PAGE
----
Thankfully, if the lines are unwinding from spools whose axes are perpendicular to the direction of the lines, we get one degree of kite freedom for free: the angle between the kite lines and the ground. To get the other degree of freedom, we need to change the 'compass' angle of the spools, i.e. allow them to swing about the vertical axis so they're always aligned with the kite lines. We still want to transmit tensile force and it would be much easier if the rest of the system (generator, transmission, etc) did not have to pivot as well.Picture taking the headset of a bicycle, taking the front wheel off the fork and sticking it in the ground. If the bike frame was angled in a way so that it didn't touch the ground, you could use that, and drive a hole through the bolt holding the headset, through which the kite-line can pass. I'm pretty sure this would be tough with an actual bicycle headset, and it would be easier to make one from scratch*(comment 1). I'm interested in thoughts on how easy or hard it would be to get a robust radial-thrust bearing held together by a hollow bolt that such a transmission line could pass through.The steering doesn't directly dictate the pivot, rather it adjusts the direction of the kite, which pulls the steering subsystem causing it to pivot and face the kite.Here's an animation of it in action...sort of. We don't show the sum position of the planet and outer rings (corresponding to drive/recoil), just the relative position. Both chain wheels are also moving together at a fixed ratio (3/4) either out (drive) or in (recoil).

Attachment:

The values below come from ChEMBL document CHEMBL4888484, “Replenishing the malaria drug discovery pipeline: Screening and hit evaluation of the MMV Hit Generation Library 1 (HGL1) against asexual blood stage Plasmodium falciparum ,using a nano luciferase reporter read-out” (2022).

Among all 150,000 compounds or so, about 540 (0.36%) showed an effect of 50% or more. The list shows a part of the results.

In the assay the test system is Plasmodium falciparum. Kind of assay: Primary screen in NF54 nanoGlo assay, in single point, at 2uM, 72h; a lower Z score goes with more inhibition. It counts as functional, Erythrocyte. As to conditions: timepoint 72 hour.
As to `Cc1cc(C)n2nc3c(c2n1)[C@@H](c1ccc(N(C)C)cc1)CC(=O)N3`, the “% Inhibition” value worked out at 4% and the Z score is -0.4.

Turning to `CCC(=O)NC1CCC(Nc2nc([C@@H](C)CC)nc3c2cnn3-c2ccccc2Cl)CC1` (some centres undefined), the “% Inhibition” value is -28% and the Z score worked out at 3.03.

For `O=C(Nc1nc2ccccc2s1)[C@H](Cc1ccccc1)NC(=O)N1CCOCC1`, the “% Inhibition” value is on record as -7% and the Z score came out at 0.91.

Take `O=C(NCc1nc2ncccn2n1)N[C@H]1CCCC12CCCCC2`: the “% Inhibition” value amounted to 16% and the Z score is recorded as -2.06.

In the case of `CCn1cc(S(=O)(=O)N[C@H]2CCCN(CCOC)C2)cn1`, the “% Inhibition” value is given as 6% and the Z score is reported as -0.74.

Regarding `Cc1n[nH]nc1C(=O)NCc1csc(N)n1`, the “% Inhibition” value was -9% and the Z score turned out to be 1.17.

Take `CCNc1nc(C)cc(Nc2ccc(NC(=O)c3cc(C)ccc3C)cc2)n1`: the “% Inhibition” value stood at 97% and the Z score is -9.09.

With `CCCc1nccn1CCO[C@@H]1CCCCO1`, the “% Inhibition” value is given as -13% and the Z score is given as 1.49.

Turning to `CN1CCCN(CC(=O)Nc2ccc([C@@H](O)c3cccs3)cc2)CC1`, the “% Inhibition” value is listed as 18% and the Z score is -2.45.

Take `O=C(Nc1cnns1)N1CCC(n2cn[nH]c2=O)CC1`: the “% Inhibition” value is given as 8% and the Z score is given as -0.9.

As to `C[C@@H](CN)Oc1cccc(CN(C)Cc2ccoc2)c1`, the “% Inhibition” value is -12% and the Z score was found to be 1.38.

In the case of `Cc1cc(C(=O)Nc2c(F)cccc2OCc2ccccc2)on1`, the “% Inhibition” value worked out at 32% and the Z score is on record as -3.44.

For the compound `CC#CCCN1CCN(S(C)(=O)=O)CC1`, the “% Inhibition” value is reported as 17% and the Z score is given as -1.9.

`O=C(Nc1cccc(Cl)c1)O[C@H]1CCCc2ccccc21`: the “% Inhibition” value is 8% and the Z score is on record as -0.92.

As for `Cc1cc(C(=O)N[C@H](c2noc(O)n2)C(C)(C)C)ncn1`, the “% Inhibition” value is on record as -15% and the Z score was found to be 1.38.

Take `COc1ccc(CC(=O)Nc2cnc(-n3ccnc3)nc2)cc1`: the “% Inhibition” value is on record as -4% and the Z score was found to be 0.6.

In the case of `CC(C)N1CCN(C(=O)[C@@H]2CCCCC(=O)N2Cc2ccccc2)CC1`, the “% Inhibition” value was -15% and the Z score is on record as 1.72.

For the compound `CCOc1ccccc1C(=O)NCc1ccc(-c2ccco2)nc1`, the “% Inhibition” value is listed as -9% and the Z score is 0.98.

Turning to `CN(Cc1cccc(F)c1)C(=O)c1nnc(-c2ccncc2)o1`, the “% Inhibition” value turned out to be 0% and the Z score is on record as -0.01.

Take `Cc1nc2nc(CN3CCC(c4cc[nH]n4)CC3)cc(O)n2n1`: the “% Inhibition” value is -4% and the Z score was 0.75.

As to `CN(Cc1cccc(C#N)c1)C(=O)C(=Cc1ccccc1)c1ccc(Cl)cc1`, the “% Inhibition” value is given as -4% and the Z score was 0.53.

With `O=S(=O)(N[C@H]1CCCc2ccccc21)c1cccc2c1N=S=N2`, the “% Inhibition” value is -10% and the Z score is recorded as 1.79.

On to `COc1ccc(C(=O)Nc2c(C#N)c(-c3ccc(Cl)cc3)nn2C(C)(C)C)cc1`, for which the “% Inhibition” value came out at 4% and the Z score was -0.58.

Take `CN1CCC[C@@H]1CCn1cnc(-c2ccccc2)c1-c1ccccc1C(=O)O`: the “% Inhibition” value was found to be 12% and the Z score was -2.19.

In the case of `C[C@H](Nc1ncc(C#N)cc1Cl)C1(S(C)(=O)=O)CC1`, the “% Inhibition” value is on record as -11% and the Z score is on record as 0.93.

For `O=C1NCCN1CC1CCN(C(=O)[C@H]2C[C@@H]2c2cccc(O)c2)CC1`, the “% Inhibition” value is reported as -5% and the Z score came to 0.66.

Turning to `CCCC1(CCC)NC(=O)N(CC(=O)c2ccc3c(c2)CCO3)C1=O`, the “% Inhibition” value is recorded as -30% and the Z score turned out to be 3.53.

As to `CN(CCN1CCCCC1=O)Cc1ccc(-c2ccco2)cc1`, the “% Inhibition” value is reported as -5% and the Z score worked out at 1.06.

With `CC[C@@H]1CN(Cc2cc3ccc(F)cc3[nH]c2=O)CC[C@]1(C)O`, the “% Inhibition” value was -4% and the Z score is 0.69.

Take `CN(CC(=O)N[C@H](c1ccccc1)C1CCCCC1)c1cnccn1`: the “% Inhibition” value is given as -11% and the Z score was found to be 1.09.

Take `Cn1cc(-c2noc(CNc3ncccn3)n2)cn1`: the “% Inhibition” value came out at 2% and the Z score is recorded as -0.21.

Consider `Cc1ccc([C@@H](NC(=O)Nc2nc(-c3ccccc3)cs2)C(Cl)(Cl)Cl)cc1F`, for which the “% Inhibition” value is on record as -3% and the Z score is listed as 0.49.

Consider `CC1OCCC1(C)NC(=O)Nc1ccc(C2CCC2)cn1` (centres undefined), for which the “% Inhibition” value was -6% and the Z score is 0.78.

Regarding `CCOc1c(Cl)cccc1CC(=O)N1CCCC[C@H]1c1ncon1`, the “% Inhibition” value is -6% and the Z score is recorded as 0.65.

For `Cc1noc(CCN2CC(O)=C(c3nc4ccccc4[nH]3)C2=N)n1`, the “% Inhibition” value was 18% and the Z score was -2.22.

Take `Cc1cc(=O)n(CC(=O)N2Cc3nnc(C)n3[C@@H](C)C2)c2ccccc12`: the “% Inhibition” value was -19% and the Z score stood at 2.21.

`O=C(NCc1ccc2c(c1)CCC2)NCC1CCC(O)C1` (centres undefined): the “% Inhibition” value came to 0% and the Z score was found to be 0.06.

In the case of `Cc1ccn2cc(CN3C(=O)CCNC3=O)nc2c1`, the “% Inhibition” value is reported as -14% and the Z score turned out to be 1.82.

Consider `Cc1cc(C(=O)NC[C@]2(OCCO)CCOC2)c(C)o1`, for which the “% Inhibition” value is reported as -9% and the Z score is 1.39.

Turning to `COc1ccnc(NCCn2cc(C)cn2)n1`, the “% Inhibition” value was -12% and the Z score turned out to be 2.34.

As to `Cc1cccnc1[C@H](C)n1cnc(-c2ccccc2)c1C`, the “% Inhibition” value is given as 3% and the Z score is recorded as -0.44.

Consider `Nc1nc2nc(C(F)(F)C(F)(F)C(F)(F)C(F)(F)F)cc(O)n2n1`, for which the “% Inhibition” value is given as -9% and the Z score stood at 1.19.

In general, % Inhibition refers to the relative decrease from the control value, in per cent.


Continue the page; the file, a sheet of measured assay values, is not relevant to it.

Meanwhile, the steering subsystem pivots freely based on pull of the kite on the kite lines.
Other than the steering wheel, the rotational components of the lower section are not animated.
I'm interested in thoughts on the viability of this setup, and how hard it would be to construct. Unlike the D/R and Steering sections, there aren't naturally broken up tasks here. It's basically a single task to make an open-axis (hollow) radial thrust bearing where one component can be anchored into the ground, and the other can support the steering system's frame, and then attaching pulleys to guide the transmission line out from the Steering system to the D/R.